After speaking with doctors, Lauraine found that Laurissa’s reluctance to speak is normal for some kids her age going through such a traumatic event.
“It’s very hard for me to get something out of her. If she’s in pain she tells me after the fact and I said, ‘You cannot do that. You have to tell the doctors or myself when you’re in pain,’” Lauraine said. “But my daughter, she’s very tough. She can take a lot of pain.”
Laurissa does speak to her friends and cousins. When Lauraine asked her why she doesn’t speak to any of the doctors, Laurissa said it’s because she doesn’t want to talk to any strangers or adults.
FAMILY AND FRIENDS
During her hospital time, Laurissa enjoys painting and drawing. Lauraine encouraged her to write and express her feelings in a journal, which Laurissa does a lot now. In respect to her daughter’s privacy, Lauraine doesn’t read it unless Laurissa explicitly tells her.
Due to her involvement as a cheerleader around football season, Renae was unable to visit her sister for a month. Being unable to spend time with her older sister, Laurissa fell deeper into depression, Lauraine said. Now that football season is over and holiday season began, Renae was able to visit more.
“(Renae) has been taking it bad, too,” Lauraine said. “(The cancer) disrupted our whole family. We’re all separated.”
With Lauraine and Laurissa in Corpus Christi, Renae was sent to stay with Lauraine’s brother and sister-in-law, and their father Rene, 51, who’s staying in their Mid-Valley home alone.
Rene travels to Corpus Christi on the weekends. But he also drops everything to make sure he’s there for his daughter’s procedures or when she’s extremely sick.
What Laurissa mainly misses are her friends. When she was diagnosed, several of her friends sent her get-well letters and cards.
“She read every single card and I was looking at her face expression and it just meant the world to me. I felt like she felt like she’s loved and she’s being missed,” Lauraine said.
One day, one of Laurissa’s friends was able to visit her in Corpus.
“I saw my little girl again. I saw life go back into her. It was my daughter. She was talking away, giggling, laughing and I hadn’t heard or seen that in quite a while,” Lauraine recalled. “It’s like for a moment she forgot that she even had that disease. She was her old self with her friends.”
Aside from missing her family and friends at home, Laurissa also misses her home. However, she cannot come back to the Valley because of the severity of her cancer, which required a 14-month ordeal. As a result, she cannot be further than 15 minutes away from Driscoll Children’s Hospital.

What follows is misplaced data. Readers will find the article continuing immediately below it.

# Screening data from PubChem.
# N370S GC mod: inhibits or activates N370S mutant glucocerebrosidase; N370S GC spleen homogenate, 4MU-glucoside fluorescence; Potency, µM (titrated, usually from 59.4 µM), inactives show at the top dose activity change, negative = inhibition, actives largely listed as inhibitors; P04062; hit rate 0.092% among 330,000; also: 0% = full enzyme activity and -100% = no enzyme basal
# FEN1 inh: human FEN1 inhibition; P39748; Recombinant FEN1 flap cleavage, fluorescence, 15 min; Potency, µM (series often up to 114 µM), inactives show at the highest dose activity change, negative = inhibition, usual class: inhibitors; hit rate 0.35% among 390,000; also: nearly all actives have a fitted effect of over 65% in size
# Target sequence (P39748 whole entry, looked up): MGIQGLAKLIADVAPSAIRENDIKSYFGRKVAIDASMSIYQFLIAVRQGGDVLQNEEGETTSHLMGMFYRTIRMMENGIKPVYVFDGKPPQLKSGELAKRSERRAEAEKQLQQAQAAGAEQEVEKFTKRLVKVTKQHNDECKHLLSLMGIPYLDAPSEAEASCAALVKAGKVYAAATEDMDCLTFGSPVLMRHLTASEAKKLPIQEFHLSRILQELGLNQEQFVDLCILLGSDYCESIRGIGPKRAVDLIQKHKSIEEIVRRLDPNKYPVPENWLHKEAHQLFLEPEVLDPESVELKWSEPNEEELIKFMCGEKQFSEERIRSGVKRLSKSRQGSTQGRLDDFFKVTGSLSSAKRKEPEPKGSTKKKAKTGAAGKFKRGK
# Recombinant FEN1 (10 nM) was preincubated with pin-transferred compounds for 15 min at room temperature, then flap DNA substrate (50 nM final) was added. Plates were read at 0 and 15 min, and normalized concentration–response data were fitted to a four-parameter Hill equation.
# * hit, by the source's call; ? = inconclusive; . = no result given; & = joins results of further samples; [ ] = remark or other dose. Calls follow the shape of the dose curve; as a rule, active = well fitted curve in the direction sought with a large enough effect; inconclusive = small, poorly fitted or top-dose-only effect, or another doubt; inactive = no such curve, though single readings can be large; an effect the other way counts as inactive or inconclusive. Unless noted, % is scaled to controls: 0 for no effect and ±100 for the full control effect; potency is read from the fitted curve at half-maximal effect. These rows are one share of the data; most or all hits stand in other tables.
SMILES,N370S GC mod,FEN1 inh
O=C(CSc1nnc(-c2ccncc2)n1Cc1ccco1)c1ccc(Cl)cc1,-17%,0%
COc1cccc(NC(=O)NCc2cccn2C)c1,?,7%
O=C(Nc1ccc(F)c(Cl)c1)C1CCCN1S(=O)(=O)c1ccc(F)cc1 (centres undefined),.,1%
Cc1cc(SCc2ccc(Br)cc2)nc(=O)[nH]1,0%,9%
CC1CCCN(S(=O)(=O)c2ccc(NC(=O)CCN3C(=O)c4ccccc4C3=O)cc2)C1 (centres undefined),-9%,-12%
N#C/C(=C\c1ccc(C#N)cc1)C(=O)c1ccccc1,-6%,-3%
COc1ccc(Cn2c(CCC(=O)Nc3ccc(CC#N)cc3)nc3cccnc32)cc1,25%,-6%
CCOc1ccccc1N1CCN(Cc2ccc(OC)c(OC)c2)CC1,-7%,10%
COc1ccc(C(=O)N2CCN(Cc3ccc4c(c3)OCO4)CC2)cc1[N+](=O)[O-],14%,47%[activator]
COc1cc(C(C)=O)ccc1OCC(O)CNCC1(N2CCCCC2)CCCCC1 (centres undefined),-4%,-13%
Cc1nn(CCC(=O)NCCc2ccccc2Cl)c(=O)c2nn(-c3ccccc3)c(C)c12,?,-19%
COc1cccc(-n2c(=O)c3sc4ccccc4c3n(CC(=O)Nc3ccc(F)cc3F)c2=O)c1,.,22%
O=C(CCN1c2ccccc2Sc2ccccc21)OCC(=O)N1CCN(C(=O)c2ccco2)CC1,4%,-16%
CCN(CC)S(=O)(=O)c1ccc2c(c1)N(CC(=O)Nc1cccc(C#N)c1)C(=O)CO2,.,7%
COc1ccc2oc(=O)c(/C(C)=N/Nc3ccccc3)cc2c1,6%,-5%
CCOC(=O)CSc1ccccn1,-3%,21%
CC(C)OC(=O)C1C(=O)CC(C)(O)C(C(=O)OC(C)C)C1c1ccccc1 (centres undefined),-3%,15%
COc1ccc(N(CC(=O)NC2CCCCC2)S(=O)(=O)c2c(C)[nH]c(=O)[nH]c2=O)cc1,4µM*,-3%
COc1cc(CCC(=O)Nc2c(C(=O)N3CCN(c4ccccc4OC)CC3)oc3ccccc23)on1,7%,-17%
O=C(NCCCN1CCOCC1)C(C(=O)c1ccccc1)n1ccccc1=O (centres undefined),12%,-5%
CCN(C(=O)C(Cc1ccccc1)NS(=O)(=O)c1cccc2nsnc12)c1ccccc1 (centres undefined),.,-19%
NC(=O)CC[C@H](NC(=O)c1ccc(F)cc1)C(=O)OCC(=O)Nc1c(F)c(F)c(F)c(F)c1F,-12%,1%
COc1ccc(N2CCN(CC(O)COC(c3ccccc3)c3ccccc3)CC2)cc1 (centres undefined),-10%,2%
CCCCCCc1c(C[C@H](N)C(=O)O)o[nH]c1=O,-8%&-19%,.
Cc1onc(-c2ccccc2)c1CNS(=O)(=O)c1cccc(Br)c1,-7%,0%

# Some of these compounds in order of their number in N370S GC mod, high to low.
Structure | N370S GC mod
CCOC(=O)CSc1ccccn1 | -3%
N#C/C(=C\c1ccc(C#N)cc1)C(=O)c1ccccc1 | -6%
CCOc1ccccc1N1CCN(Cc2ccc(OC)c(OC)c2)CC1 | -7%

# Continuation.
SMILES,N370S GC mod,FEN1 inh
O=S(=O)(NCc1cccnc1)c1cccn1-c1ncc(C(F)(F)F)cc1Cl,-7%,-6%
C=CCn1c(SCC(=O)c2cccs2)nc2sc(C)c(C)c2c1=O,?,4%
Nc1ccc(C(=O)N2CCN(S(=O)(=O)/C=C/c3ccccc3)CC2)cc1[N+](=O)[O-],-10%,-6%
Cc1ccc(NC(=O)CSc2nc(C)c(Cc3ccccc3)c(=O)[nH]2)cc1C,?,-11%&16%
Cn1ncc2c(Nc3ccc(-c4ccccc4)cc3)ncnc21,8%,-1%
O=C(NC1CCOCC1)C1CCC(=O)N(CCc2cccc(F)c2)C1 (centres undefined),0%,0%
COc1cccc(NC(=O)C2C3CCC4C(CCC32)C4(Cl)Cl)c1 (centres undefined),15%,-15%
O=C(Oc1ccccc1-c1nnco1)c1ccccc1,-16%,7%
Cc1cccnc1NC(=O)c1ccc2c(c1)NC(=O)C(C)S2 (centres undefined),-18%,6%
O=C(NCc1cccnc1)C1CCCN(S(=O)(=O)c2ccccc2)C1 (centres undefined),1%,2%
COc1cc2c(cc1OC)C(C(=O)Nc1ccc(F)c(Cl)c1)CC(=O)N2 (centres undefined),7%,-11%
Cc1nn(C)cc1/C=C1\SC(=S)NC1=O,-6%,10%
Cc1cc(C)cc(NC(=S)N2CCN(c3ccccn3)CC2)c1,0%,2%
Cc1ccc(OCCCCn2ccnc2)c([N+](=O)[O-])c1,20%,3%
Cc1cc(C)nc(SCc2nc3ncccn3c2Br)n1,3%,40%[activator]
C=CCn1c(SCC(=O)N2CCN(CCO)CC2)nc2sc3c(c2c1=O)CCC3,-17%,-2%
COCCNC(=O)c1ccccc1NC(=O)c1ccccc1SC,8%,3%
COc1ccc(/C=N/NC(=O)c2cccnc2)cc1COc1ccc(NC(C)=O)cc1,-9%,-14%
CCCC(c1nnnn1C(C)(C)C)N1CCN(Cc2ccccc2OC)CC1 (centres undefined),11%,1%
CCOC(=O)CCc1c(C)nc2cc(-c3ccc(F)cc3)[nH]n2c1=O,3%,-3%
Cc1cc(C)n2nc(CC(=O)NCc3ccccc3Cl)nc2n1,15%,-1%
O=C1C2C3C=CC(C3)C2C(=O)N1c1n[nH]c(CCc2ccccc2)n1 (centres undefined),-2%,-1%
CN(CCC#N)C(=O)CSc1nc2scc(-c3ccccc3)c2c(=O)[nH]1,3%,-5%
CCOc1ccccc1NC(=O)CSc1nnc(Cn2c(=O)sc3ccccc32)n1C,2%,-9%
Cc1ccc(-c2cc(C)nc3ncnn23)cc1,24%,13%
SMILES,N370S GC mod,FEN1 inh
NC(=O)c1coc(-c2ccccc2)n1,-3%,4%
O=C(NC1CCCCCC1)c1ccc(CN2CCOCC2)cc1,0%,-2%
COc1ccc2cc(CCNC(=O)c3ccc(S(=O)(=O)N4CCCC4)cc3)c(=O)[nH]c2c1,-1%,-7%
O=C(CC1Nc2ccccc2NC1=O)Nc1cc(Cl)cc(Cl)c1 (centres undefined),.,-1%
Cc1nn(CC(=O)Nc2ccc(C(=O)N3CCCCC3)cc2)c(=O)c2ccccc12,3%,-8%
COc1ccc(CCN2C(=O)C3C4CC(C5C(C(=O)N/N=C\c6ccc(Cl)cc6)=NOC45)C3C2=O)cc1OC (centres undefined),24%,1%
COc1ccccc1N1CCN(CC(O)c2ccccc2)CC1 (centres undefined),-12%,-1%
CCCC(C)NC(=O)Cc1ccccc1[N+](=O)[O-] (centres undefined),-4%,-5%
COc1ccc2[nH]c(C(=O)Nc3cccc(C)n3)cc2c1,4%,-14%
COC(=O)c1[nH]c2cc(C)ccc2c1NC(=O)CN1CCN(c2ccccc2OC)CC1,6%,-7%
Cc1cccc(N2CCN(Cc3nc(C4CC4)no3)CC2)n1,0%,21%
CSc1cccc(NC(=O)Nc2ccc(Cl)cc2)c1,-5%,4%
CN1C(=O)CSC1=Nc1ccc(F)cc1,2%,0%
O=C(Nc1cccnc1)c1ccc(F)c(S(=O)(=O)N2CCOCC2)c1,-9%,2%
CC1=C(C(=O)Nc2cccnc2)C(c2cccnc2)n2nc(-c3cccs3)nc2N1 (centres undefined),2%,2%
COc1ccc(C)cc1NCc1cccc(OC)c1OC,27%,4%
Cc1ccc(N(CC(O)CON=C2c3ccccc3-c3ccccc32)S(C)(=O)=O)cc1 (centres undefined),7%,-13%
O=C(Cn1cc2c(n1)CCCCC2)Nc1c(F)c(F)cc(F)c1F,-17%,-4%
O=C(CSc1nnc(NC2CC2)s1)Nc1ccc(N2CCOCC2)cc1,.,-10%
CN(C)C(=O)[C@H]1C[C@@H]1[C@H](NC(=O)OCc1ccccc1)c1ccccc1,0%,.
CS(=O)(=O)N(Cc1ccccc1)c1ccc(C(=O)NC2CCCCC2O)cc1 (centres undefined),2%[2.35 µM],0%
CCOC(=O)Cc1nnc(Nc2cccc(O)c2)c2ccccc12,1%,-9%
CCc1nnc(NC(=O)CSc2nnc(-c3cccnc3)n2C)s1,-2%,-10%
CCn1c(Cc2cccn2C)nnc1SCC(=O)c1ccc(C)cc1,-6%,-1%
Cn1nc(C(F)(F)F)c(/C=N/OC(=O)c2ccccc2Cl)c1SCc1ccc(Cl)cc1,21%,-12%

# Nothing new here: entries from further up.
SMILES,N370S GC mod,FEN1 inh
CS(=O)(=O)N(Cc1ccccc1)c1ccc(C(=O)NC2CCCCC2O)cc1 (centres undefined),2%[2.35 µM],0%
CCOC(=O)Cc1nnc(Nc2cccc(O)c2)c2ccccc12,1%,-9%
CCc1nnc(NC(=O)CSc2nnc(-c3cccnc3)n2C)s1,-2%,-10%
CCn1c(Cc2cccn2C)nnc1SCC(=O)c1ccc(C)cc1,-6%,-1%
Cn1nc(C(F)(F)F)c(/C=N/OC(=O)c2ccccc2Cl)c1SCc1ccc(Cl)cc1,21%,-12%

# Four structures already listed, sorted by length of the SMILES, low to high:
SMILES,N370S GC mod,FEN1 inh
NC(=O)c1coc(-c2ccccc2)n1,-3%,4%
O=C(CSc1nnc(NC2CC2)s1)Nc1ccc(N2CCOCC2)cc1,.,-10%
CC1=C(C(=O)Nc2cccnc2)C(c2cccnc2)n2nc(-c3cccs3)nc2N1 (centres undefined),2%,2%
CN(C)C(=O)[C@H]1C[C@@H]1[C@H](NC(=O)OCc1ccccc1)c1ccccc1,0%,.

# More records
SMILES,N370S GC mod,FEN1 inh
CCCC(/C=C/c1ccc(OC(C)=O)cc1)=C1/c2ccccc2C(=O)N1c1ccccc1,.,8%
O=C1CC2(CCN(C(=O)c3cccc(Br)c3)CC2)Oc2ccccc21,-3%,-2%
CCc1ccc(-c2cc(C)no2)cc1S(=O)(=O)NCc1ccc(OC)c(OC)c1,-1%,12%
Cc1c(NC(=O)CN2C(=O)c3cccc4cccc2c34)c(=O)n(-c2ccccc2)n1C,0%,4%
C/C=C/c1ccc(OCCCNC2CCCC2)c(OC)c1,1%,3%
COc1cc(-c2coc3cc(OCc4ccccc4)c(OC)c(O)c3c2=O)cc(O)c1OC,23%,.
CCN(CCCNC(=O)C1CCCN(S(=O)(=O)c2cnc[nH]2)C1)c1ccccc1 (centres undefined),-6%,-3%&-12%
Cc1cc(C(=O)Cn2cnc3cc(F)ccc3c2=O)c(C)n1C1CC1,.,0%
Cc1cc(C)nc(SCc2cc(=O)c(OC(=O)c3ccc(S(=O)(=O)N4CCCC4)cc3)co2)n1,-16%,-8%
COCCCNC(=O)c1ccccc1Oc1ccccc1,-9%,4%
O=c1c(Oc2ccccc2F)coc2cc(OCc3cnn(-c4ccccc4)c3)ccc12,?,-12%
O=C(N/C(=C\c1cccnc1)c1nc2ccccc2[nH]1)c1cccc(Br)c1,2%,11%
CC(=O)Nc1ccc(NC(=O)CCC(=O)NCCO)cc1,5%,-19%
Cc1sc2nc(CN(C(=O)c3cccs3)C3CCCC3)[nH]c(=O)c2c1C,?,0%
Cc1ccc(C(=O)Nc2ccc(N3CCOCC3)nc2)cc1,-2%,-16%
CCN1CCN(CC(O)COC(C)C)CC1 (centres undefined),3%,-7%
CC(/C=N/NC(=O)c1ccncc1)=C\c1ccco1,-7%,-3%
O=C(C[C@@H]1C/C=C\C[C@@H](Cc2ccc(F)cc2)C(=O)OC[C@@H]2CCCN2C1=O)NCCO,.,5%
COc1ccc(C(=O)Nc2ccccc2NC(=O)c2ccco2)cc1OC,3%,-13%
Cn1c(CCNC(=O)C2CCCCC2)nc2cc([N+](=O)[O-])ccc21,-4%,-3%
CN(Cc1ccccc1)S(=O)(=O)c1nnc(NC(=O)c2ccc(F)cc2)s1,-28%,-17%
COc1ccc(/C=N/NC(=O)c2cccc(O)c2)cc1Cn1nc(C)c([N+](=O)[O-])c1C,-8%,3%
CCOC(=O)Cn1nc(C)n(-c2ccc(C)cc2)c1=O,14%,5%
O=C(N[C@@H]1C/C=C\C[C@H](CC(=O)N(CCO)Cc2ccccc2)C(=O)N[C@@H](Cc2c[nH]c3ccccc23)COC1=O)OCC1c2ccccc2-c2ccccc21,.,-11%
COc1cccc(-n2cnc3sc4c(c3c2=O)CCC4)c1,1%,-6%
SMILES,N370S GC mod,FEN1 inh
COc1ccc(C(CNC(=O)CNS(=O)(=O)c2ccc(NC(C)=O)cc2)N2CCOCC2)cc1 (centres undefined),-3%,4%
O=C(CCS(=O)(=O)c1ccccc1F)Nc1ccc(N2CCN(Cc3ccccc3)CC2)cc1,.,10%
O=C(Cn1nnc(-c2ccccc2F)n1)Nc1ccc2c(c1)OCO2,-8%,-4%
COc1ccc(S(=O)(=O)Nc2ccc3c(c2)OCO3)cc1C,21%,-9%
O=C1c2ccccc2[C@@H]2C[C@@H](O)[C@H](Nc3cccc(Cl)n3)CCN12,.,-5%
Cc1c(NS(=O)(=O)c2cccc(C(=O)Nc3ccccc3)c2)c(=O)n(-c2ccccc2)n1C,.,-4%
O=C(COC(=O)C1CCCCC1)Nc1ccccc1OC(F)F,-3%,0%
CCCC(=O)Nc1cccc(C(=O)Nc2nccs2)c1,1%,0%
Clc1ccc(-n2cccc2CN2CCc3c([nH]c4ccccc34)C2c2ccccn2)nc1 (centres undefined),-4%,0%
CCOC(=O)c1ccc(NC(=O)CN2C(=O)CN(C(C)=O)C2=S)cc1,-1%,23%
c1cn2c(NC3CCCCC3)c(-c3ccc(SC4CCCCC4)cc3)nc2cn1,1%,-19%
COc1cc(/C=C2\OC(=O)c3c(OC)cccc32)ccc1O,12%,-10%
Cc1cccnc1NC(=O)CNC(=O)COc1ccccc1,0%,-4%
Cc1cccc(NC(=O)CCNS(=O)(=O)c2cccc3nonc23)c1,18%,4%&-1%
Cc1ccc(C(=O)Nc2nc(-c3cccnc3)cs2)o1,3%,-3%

Hoping to return for the holidays on Dec. 23, Laurissa cannot step foot in her home because of the mold situation. Lauraine and Rene have tried several times to get rid of the mold, such as cleaning, breaking down walls and buying new materials, but their home is old and they live outside the city limits.
“The doctors told us if there’s mold, she cannot go back there — to that house. All I asked … is this, the mold situation could be cleared,” Lauraine said. “My daughter wants to go back home and I say, ‘Ma, you can’t go back home. You can’t go back to that house if there’s mold.’”
Lauraine knows that Laurissa wants to be her normal self again. She wants to sleep in her own bed.
For Lauraine, the number one thing her family wants is for her daughter to be cancer free and back at home to return to her normal life. She receives support and prayers from her family and friends. In order for Laurissa to be able to enter her home again, the mold situation needs to be taken care of.
In addition to needing help removing mold from their home, the family could also use some new clothes. Laurissa wears size 7 shoes, small adult shirts and size 9 pants. Renae wears size 5 in shoes, small adult shirts and size 12 pants. Lauraine wears 8-and-a-half shoes, extra large shirts and size 14 pants. Renae wears size 8 shoes, large shirts and 32/30 inch pants.
For information on how you can donate to Lauraine’s family, call the United Way of South Texas at (956) 686-6331, between 8 a.m. and 3 p.m. Monday through Friday, and inquire about contributing to the Spirit of Christmas campaign.
All donations go to the family. United Way does not keep any of the proceeds donated.